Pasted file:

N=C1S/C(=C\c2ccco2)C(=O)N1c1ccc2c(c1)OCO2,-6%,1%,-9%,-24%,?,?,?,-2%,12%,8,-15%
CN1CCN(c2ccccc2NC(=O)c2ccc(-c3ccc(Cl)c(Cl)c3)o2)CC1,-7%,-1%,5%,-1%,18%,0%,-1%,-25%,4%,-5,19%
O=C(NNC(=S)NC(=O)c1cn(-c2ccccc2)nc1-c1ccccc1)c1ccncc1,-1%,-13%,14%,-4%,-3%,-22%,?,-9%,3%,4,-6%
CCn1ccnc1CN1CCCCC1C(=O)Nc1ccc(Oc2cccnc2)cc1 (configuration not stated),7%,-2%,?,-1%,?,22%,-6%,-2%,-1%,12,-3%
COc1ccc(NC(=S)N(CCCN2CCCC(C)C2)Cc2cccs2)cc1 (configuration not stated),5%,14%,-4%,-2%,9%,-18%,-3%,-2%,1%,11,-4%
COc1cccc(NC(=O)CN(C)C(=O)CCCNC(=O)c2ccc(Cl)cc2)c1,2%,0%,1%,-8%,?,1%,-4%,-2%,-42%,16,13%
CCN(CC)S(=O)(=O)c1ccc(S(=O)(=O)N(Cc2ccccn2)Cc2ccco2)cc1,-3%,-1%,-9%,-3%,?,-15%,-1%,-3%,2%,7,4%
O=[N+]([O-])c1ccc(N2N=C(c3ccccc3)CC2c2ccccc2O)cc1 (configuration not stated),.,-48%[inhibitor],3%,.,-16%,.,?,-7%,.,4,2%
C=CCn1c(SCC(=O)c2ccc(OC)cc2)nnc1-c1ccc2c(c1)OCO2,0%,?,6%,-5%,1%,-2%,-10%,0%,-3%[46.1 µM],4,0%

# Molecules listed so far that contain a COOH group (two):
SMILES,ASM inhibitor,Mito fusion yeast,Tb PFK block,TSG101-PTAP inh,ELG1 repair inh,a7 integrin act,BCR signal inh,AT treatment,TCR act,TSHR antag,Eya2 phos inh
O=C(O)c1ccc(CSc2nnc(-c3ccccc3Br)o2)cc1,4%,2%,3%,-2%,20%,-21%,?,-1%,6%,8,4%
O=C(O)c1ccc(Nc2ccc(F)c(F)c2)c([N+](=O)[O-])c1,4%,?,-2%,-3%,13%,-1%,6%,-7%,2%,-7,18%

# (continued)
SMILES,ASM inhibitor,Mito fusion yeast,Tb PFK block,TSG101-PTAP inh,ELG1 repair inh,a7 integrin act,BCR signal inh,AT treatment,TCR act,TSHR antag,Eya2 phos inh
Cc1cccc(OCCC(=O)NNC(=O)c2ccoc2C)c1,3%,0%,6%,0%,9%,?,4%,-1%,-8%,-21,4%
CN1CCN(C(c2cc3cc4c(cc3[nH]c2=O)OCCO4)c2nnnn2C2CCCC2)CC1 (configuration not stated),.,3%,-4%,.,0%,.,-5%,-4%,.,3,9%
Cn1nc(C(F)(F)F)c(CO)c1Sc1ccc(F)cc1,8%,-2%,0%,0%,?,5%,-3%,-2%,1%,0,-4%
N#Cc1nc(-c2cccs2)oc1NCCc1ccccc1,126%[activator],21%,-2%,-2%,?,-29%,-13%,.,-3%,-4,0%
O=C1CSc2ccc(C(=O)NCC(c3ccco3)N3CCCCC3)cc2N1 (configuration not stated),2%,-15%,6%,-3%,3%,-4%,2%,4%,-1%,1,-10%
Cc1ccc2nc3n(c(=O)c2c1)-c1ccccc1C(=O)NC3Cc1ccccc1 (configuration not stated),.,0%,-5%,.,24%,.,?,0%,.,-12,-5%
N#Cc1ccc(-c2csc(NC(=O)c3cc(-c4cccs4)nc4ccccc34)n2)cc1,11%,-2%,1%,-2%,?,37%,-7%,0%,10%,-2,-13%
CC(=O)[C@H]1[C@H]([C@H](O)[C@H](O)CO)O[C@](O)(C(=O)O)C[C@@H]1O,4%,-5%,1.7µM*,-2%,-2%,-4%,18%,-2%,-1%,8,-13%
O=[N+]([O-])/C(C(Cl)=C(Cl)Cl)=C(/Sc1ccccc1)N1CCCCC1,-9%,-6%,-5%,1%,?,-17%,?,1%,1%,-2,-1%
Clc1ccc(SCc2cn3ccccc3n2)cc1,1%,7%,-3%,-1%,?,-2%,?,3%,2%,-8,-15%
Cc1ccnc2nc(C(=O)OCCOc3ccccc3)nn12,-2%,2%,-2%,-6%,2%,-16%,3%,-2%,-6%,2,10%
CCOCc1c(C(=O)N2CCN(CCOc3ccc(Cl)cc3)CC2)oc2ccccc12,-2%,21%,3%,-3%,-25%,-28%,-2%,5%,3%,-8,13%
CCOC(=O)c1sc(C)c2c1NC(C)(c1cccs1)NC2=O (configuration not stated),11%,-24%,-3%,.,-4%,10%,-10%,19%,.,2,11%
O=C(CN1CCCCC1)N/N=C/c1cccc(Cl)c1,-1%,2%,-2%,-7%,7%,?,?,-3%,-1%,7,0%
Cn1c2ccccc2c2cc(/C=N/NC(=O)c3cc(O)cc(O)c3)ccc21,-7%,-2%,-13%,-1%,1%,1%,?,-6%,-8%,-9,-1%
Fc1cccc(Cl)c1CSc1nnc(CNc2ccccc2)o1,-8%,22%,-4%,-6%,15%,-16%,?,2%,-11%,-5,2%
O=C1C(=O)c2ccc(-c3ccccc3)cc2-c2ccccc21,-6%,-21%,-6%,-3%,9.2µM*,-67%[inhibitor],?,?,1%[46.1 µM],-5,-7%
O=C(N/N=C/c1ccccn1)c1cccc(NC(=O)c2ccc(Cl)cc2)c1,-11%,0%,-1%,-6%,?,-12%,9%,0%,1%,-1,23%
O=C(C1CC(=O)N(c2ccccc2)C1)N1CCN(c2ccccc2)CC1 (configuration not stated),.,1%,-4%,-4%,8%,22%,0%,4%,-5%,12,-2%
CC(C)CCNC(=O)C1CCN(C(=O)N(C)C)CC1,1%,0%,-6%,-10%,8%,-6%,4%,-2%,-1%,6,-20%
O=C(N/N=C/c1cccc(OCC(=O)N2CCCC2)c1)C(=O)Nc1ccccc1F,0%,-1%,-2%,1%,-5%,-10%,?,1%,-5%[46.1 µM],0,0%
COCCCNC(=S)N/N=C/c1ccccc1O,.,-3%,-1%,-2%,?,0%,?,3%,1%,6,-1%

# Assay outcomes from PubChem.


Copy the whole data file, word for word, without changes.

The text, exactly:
N=C1S/C(=C\c2ccco2)C(=O)N1c1ccc2c(c1)OCO2,-6%,1%,-9%,-24%,?,?,?,-2%,12%,8,-15%
CN1CCN(c2ccccc2NC(=O)c2ccc(-c3ccc(Cl)c(Cl)c3)o2)CC1,-7%,-1%,5%,-1%,18%,0%,-1%,-25%,4%,-5,19%
O=C(NNC(=S)NC(=O)c1cn(-c2ccccc2)nc1-c1ccccc1)c1ccncc1,-1%,-13%,14%,-4%,-3%,-22%,?,-9%,3%,4,-6%
CCn1ccnc1CN1CCCCC1C(=O)Nc1ccc(Oc2cccnc2)cc1 (configuration not stated),7%,-2%,?,-1%,?,22%,-6%,-2%,-1%,12,-3%
COc1ccc(NC(=S)N(CCCN2CCCC(C)C2)Cc2cccs2)cc1 (configuration not stated),5%,14%,-4%,-2%,9%,-18%,-3%,-2%,1%,11,-4%
COc1cccc(NC(=O)CN(C)C(=O)CCCNC(=O)c2ccc(Cl)cc2)c1,2%,0%,1%,-8%,?,1%,-4%,-2%,-42%,16,13%
CCN(CC)S(=O)(=O)c1ccc(S(=O)(=O)N(Cc2ccccn2)Cc2ccco2)cc1,-3%,-1%,-9%,-3%,?,-15%,-1%,-3%,2%,7,4%
O=[N+]([O-])c1ccc(N2N=C(c3ccccc3)CC2c2ccccc2O)cc1 (configuration not stated),.,-48%[inhibitor],3%,.,-16%,.,?,-7%,.,4,2%
C=CCn1c(SCC(=O)c2ccc(OC)cc2)nnc1-c1ccc2c(c1)OCO2,0%,?,6%,-5%,1%,-2%,-10%,0%,-3%[46.1 µM],4,0%

# Molecules listed so far that contain a COOH group (two):
SMILES,ASM inhibitor,Mito fusion yeast,Tb PFK block,TSG101-PTAP inh,ELG1 repair inh,a7 integrin act,BCR signal inh,AT treatment,TCR act,TSHR antag,Eya2 phos inh
O=C(O)c1ccc(CSc2nnc(-c3ccccc3Br)o2)cc1,4%,2%,3%,-2%,20%,-21%,?,-1%,6%,8,4%
O=C(O)c1ccc(Nc2ccc(F)c(F)c2)c([N+](=O)[O-])c1,4%,?,-2%,-3%,13%,-1%,6%,-7%,2%,-7,18%

# (continued)
SMILES,ASM inhibitor,Mito fusion yeast,Tb PFK block,TSG101-PTAP inh,ELG1 repair inh,a7 integrin act,BCR signal inh,AT treatment,TCR act,TSHR antag,Eya2 phos inh
Cc1cccc(OCCC(=O)NNC(=O)c2ccoc2C)c1,3%,0%,6%,0%,9%,?,4%,-1%,-8%,-21,4%
CN1CCN(C(c2cc3cc4c(cc3[nH]c2=O)OCCO4)c2nnnn2C2CCCC2)CC1 (configuration not stated),.,3%,-4%,.,0%,.,-5%,-4%,.,3,9%
Cn1nc(C(F)(F)F)c(CO)c1Sc1ccc(F)cc1,8%,-2%,0%,0%,?,5%,-3%,-2%,1%,0,-4%
N#Cc1nc(-c2cccs2)oc1NCCc1ccccc1,126%[activator],21%,-2%,-2%,?,-29%,-13%,.,-3%,-4,0%
O=C1CSc2ccc(C(=O)NCC(c3ccco3)N3CCCCC3)cc2N1 (configuration not stated),2%,-15%,6%,-3%,3%,-4%,2%,4%,-1%,1,-10%
Cc1ccc2nc3n(c(=O)c2c1)-c1ccccc1C(=O)NC3Cc1ccccc1 (configuration not stated),.,0%,-5%,.,24%,.,?,0%,.,-12,-5%
N#Cc1ccc(-c2csc(NC(=O)c3cc(-c4cccs4)nc4ccccc34)n2)cc1,11%,-2%,1%,-2%,?,37%,-7%,0%,10%,-2,-13%
CC(=O)[C@H]1[C@H]([C@H](O)[C@H](O)CO)O[C@](O)(C(=O)O)C[C@@H]1O,4%,-5%,1.7µM*,-2%,-2%,-4%,18%,-2%,-1%,8,-13%
O=[N+]([O-])/C(C(Cl)=C(Cl)Cl)=C(/Sc1ccccc1)N1CCCCC1,-9%,-6%,-5%,1%,?,-17%,?,1%,1%,-2,-1%
Clc1ccc(SCc2cn3ccccc3n2)cc1,1%,7%,-3%,-1%,?,-2%,?,3%,2%,-8,-15%
Cc1ccnc2nc(C(=O)OCCOc3ccccc3)nn12,-2%,2%,-2%,-6%,2%,-16%,3%,-2%,-6%,2,10%
CCOCc1c(C(=O)N2CCN(CCOc3ccc(Cl)cc3)CC2)oc2ccccc12,-2%,21%,3%,-3%,-25%,-28%,-2%,5%,3%,-8,13%
CCOC(=O)c1sc(C)c2c1NC(C)(c1cccs1)NC2=O (configuration not stated),11%,-24%,-3%,.,-4%,10%,-10%,19%,.,2,11%
O=C(CN1CCCCC1)N/N=C/c1cccc(Cl)c1,-1%,2%,-2%,-7%,7%,?,?,-3%,-1%,7,0%
Cn1c2ccccc2c2cc(/C=N/NC(=O)c3cc(O)cc(O)c3)ccc21,-7%,-2%,-13%,-1%,1%,1%,?,-6%,-8%,-9,-1%
Fc1cccc(Cl)c1CSc1nnc(CNc2ccccc2)o1,-8%,22%,-4%,-6%,15%,-16%,?,2%,-11%,-5,2%
O=C1C(=O)c2ccc(-c3ccccc3)cc2-c2ccccc21,-6%,-21%,-6%,-3%,9.2µM*,-67%[inhibitor],?,?,1%[46.1 µM],-5,-7%
O=C(N/N=C/c1ccccn1)c1cccc(NC(=O)c2ccc(Cl)cc2)c1,-11%,0%,-1%,-6%,?,-12%,9%,0%,1%,-1,23%
O=C(C1CC(=O)N(c2ccccc2)C1)N1CCN(c2ccccc2)CC1 (configuration not stated),.,1%,-4%,-4%,8%,22%,0%,4%,-5%,12,-2%
CC(C)CCNC(=O)C1CCN(C(=O)N(C)C)CC1,1%,0%,-6%,-10%,8%,-6%,4%,-2%,-1%,6,-20%
O=C(N/N=C/c1cccc(OCC(=O)N2CCCC2)c1)C(=O)Nc1ccccc1F,0%,-1%,-2%,1%,-5%,-10%,?,1%,-5%[46.1 µM],0,0%
COCCCNC(=S)N/N=C/c1ccccc1O,.,-3%,-1%,-2%,?,0%,?,3%,1%,6,-1%

# Assay outcomes from PubChem.